In mouse land its competitors the dog track, operating two permits, is operated under the wing of racino giant Penn Gaming. Surprisingly, it does not yet have a cardroom and without undue speculation it’s logical to presume the owners are awaiting full scale casino approval.
The Orlando Jai Alai is also open in the area and does marginal business without a cardroom. The same scenario is probable as the dog track. Also, the Walt Disney Company has been a major player throughout the years trying to halve the spread of gaming in the state and more specifically Central Florida (their home).
Ocala Jai Alai, about an hour north of Orlando, operates virtually as a cardroom. With $80 in total pari-mutuel handle through April and, $3,125,233 in cardroom action, 11.5% of central Florida’s business, it is positioned to do well if gaming expands.
Very similar to Ocala, Melbourne Greyhound Track does run a live racing season handling $162,138 to date, and has a respectable $3,462,707 or 12.8% of Central Florida’s cardroom business.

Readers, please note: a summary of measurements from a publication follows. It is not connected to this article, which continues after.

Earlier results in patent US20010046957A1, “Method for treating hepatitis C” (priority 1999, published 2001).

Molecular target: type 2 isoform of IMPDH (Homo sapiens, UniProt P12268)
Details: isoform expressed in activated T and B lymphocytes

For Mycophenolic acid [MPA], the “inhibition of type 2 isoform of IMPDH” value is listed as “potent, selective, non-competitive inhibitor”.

Finally, Ft. Pierce Jai Alai, similar to Ocala and Melbourne, operates a short live winter season with a bit over $300,000 and $2,465,969 in cardroom business.
The South Florida operations are comparatively larger in scope both by handle numbers and operations. They deserve a column of their own, which will be forthcoming shortly.
One sure bet, filtering all these $ and %’s there is no doubt gaming is here; it’s everywhere, and it’s thriving. A far cry from what Governor Jeb Bush pontificated on his watch several decades ago…there will be no more expansion of gaming in the state.
(Note: Florida Gaming Report is exclusively prepared for GamingToday by Thompson/Hutchinson & Associates, the “Casino Doctors” based in Miami, Fla., with offices in Philadelphia and Tucson. The principals, Baird Thompson and William Hutchinson are veteran gaming executives and consultants with clients in the pari-mutuel and casino industry. www.thecasinodoctors.com)